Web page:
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Philippe Starck on the infinity symbol

Philippe Starck on the infinity symbol

December/January 2017

There are some things that we use every day without realising that someone created them. Take mathematical symbols. “+” was first introduced by Nicole Oresme in 1360, “×” by William Oughtred in 1618, and “÷” by Johann Rann in 1659. The god of them all, “∞”, came in 1655. Humans had spent centuries trying to understand infinity, and in his “Treatise on the Conic Sections”, the English mathematician John Wallis introduced a symbol that expresses it. For me, it is the most intelligent piece of graphic design in the world. To say something in a complicated way is very easy. But to find a way to say it simply – that takes a lot of work. 

As a designer I wake up every day hoping to have a good idea, to be useful. But I also want to be able to communicate and share that idea, that vision. To do that I need to find the clearest visual language I can. If I stick to a language that 12 people can understand, it suggests that I don’t care if anyone comprehends or not. It’s elitist. Wallis’s genius was to choose a symbol which, with its endless shape, is so clearly related to the concept that everybody agreed to use it. Mathematical signs form our only universal language. That’s why, if I’m asked if there’s anything I wish I had designed, it is this. 

Philippe Starck is a French inventor, designer and architect. He has had solo shows at the Guggenheim in New York and the Pompidou Centre in Paris. He was talking to Simon Willis

I have a special relationship with these signs, but not because I am good at maths. I was totally ill-adapted to school. I was designing all the time from the age of six or seven, when during the holidays, a pure crystal of boring time, I began making my own toy cars. They were beautiful and they worked. But at school I felt like I was in jail, and I learned nothing. I spent my time drawing at the back of the class. I even designed, when I was ten or 12 years old, a room in which to torture my schoolmaster. It was very advanced for my age, and very well planned. In the end we came to a deal. If I agreed to be quiet, the school would allow me to draw.

But later I came to understand the value of mathematics for me, and my intimate relationship with it. I am a little autistic, and like many autistic people, I sometimes find it easier to communicate with colours or symbols than with words. To me, the signs of mathematics are a set of visual metaphors for ways of feeling. “±” is a sign meaning that there are two different possibilities which are equally valid – a symbol of uncertainty. “∞” is about the fight we have with ourselves to try to understand more and more. And when I’m designing something, I say that I first have to get to the “√”, the square root of the problem: the feeling that I have got to the core of it, from which I can build out. The goal is always to convey an idea in the purest way I can.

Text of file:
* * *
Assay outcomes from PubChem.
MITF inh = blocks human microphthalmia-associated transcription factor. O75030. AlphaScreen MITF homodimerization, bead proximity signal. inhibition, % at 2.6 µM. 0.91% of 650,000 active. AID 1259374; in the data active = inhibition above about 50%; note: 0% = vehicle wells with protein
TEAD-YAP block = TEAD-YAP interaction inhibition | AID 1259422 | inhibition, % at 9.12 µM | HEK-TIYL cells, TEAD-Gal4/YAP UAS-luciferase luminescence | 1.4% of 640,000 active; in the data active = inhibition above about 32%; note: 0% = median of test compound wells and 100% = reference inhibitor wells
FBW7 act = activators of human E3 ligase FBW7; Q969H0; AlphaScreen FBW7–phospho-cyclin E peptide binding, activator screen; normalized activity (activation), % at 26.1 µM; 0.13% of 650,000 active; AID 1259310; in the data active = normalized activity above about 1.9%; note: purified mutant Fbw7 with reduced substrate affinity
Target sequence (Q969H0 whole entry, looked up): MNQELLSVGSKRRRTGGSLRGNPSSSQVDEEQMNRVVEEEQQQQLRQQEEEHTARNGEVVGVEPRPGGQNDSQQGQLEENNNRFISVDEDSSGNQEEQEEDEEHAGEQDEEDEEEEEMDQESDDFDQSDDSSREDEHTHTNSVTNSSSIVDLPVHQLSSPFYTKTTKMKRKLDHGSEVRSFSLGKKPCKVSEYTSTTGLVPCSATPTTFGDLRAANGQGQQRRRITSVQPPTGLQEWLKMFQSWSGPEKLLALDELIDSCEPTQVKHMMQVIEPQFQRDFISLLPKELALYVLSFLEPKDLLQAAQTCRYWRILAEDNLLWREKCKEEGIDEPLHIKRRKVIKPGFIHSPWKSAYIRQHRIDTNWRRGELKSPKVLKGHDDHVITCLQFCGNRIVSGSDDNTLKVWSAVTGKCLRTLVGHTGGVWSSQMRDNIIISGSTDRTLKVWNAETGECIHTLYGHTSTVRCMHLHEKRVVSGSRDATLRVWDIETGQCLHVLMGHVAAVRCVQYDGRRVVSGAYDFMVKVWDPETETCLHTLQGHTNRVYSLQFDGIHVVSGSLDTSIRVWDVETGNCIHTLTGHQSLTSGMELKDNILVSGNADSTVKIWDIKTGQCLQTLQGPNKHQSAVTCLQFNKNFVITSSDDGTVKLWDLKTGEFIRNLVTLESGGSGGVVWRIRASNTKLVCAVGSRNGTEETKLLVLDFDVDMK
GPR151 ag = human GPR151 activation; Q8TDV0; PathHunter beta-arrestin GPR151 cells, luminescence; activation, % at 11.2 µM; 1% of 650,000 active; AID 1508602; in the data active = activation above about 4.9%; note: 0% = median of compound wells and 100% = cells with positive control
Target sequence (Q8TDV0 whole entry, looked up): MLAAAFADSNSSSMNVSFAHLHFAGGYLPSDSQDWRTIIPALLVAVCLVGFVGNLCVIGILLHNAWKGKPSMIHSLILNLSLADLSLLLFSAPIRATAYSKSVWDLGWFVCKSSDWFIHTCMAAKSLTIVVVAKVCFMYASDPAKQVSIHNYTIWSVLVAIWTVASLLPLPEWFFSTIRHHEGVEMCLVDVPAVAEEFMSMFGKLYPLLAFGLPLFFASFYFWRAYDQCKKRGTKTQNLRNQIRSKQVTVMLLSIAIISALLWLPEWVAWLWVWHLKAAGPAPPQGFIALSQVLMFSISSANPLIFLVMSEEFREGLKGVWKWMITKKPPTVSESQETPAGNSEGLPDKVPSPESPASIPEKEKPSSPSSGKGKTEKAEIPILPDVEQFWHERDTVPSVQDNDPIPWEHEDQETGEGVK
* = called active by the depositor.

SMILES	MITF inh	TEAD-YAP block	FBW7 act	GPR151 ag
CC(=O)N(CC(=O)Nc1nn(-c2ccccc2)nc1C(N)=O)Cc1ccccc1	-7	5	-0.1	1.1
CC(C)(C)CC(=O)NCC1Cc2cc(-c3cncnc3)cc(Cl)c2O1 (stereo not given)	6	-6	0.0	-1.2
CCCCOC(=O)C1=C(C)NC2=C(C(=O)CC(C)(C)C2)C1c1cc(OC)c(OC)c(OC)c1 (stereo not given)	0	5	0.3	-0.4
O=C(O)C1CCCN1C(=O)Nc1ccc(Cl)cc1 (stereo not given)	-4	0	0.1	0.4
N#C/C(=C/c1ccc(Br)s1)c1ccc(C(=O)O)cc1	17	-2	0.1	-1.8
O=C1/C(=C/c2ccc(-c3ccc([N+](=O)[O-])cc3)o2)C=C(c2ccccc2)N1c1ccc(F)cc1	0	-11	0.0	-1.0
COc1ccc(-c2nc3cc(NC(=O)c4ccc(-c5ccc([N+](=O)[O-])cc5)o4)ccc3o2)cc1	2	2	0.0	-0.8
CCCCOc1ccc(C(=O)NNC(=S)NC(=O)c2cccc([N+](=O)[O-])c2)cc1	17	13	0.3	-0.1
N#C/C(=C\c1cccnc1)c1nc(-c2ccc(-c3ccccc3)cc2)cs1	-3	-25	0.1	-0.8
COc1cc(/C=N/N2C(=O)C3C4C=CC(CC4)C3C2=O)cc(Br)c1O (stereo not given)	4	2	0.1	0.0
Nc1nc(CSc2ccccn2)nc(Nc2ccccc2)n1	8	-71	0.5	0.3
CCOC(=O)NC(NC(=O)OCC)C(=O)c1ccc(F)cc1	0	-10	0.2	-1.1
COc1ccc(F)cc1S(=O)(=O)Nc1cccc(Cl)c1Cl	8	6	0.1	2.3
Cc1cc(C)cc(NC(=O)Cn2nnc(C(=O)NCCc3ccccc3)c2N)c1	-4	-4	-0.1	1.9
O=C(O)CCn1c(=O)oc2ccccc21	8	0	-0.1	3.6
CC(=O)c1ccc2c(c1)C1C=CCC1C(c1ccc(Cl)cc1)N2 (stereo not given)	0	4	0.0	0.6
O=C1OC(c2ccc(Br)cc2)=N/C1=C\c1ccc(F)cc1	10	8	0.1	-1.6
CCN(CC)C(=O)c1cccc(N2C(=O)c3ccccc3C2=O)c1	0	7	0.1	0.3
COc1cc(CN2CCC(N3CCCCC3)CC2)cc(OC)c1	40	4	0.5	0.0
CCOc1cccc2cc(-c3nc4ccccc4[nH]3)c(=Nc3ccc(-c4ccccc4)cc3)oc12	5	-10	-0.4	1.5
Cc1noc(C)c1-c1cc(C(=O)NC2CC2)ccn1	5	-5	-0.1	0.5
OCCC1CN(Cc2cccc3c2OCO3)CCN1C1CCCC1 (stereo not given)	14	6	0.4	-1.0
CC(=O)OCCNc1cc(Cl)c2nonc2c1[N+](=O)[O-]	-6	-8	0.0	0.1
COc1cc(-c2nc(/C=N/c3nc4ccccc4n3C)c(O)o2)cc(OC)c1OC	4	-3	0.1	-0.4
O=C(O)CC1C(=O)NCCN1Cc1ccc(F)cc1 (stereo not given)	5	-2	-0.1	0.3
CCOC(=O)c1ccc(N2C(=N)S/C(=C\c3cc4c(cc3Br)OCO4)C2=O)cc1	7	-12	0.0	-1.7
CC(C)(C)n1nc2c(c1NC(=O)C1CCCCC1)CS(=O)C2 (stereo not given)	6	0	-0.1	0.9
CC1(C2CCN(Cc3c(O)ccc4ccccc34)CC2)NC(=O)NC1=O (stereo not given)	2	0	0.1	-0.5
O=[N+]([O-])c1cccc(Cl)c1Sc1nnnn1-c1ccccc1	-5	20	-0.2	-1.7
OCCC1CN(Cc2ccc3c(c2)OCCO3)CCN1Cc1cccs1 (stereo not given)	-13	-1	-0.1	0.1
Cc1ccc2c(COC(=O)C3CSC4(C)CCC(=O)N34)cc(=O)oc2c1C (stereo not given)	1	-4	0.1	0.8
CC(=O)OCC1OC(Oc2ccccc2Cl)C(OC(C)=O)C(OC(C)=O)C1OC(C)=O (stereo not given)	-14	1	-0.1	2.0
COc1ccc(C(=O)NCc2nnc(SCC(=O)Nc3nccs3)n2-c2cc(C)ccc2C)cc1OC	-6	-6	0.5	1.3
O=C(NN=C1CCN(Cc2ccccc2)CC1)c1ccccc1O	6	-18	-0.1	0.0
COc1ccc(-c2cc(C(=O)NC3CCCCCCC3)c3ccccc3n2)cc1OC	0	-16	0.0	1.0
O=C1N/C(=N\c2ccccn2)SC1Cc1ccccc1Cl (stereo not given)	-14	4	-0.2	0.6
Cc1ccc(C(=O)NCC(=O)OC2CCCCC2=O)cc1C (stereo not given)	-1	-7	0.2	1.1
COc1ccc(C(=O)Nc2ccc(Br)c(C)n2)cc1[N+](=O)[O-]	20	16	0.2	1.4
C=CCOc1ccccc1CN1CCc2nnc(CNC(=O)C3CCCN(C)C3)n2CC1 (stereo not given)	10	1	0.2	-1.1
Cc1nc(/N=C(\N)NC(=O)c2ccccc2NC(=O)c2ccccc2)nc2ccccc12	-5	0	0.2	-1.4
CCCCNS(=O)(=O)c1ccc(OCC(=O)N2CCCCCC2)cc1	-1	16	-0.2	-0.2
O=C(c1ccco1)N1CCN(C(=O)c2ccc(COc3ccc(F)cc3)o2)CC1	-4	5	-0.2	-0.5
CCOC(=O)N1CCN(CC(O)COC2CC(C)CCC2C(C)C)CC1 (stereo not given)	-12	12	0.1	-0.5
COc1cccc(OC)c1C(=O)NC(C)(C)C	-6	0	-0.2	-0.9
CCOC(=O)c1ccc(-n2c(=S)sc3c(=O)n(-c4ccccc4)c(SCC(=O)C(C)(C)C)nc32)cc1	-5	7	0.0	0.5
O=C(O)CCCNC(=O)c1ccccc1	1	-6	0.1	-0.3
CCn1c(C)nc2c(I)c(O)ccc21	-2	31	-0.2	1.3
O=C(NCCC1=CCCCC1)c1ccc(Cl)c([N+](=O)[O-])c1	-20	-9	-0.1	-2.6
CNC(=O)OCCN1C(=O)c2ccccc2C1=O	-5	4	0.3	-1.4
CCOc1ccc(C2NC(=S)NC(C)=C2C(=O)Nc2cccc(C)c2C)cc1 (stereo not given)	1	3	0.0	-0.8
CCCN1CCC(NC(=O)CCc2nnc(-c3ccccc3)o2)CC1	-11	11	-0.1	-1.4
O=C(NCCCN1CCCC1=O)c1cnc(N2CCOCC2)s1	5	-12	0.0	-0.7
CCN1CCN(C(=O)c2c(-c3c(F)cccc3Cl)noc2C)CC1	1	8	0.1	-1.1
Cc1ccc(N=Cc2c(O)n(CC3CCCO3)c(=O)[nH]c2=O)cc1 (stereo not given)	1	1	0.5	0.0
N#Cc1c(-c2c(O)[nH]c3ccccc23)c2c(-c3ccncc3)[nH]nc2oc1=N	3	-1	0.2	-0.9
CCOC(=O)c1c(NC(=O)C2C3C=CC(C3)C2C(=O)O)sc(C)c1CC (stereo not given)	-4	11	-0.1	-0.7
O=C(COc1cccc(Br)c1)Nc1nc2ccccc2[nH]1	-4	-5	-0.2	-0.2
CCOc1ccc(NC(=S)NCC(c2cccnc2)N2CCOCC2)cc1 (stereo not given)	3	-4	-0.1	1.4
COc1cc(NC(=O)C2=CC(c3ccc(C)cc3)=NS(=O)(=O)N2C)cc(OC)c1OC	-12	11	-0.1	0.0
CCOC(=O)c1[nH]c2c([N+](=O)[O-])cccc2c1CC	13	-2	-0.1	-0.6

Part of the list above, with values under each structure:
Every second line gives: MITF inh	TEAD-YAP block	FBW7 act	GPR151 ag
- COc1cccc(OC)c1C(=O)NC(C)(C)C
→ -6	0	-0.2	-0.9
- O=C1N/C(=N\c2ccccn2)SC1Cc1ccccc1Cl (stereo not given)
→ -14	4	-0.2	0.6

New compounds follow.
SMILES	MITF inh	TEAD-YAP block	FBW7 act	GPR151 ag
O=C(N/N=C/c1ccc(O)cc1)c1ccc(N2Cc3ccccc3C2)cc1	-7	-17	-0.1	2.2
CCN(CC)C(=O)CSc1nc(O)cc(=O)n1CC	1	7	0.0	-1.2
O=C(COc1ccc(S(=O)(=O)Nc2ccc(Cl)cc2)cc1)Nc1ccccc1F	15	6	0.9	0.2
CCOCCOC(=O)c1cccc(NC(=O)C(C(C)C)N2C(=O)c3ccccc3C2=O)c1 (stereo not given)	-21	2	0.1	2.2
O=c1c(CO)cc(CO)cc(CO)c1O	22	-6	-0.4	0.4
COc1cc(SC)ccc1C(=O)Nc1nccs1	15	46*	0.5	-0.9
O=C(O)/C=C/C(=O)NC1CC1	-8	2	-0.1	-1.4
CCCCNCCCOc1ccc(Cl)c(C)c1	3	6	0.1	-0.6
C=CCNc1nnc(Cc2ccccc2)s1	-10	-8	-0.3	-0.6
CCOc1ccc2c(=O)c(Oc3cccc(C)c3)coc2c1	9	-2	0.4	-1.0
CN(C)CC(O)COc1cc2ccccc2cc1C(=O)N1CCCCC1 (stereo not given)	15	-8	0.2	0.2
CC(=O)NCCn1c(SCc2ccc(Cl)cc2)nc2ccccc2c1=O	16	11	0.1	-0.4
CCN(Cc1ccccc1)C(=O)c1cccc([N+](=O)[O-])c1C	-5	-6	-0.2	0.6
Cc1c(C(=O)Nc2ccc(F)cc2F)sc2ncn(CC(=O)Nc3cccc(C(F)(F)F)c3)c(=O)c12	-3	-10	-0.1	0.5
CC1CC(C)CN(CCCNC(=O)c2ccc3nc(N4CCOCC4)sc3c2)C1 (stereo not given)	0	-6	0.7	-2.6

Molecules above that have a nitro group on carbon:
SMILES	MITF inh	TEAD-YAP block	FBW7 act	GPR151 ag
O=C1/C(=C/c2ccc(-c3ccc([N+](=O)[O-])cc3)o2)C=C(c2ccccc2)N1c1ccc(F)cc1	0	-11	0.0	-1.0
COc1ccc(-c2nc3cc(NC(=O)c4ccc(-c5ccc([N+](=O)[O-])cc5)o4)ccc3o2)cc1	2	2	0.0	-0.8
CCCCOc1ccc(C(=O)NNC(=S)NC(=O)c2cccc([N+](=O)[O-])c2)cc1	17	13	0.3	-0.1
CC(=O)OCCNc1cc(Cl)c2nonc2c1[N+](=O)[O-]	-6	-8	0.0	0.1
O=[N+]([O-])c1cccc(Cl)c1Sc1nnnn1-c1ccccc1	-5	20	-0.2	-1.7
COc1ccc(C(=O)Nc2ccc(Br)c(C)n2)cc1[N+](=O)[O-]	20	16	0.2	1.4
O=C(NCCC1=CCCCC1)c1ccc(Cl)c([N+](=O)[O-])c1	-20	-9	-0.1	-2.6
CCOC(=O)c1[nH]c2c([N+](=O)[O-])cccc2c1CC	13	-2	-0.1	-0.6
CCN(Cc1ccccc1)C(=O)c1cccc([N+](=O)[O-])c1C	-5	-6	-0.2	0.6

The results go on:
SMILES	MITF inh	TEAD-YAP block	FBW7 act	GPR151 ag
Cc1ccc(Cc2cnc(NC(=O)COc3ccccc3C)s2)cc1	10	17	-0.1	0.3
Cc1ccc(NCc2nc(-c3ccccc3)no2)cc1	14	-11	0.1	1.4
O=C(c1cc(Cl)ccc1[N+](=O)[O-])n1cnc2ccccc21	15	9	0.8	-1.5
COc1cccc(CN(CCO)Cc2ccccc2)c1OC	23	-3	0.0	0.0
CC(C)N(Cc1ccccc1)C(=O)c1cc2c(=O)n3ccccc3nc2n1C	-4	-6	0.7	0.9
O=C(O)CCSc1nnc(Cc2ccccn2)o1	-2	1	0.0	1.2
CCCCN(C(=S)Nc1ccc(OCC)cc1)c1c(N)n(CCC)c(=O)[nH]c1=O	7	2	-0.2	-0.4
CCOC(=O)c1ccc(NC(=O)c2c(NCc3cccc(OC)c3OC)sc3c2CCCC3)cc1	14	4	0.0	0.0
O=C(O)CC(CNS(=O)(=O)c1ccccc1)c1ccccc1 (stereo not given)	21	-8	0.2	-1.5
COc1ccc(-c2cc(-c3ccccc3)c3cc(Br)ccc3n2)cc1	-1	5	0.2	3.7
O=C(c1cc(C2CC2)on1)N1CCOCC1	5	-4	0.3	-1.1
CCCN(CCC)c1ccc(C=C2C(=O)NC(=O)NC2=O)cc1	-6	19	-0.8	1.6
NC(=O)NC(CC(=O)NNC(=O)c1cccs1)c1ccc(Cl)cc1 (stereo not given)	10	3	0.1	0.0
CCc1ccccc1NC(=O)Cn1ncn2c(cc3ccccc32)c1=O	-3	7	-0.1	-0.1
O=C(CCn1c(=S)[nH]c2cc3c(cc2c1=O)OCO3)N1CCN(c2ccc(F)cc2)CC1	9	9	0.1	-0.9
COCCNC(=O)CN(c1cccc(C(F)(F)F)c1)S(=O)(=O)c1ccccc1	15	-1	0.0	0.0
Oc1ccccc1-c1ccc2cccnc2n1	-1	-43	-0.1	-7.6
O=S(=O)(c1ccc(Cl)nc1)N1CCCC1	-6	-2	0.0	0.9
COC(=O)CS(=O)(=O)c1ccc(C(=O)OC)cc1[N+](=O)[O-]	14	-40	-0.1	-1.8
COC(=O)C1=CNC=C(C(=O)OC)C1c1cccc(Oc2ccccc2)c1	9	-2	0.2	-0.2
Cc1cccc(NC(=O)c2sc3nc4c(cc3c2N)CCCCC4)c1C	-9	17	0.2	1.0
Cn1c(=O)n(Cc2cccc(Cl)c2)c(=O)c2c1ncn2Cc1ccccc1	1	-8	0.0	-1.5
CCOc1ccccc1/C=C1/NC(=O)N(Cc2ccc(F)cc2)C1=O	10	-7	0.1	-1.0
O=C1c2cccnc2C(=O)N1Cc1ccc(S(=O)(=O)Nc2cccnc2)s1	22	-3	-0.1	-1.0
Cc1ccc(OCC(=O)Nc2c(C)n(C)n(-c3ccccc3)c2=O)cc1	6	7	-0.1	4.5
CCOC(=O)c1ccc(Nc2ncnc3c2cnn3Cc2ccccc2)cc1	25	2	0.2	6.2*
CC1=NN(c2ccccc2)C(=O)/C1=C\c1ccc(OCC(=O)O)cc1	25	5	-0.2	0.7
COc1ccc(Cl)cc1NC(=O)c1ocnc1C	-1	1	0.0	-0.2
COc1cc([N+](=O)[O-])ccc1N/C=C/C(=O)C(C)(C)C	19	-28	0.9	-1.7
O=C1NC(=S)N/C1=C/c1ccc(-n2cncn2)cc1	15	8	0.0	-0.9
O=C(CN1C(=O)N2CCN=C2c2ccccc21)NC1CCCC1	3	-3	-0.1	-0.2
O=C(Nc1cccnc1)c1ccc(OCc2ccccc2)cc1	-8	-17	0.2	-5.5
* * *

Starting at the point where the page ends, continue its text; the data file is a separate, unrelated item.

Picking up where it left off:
That is why I admire Wallis’s symbol. When he introduced the sign for infinity, he achieved the goal that all good design should aim for: elegance.

6 Readers' comments

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Nisa Khan - April 18th 2017

I think John Wallis' symbol is the best one for infinity. However, as a math-oriented scientist, I would say that neither a circle nor the current figure 8 symbol is really accurate for infinity. Unfortunately though, neither is anything else one can draw or design on paper. The reason being that infinity has no end and it continues forever; but more importantly, it is not finite. There lies the problem: to show that it is not finite in a symbol we can draw on paper is impossible because by definition anything we draw on paper would have a beginning and an end and it would be finite. This realization when completely understood can also be quite unsettling because how then we can really imagine or realize infinity? This is also a struggle within some scientists, I would imagine.

joaoli13 - November 29th 2016

"Mathematical signs form our only universal language"... how about the musical signs?

Yawar Amin - November 28th 2016

If you look at that infinity symbol as depicted in the illustration, it looks like a circular ring, a torus, that's been grabbed from both sides and bent upwards. If you straighten it out, you get back a torus, or circle. A circle is the true symbol of infinity--perfect, perfectly symmetrical, and unending. It's why Leonardo da Vinci surrounded the Vitruvian Man with a circle--to represent the Universe.

Banknote - November 20th 2016

The ampersand, etc., is an infinity sign,.

dawid - November 19th 2016

Engineers prefer using symbols. I feel limited without a a graphical means of expression. The graphical expression could be in the form of figures or formulae. I ensured that my engineers had whiteboards in their offices so that drawings and maths could support interactive discussions. I witnessed many lively, animated discussion!

sitchon - November 16th 2016

His name is spelled John Wallis, not John Wallace.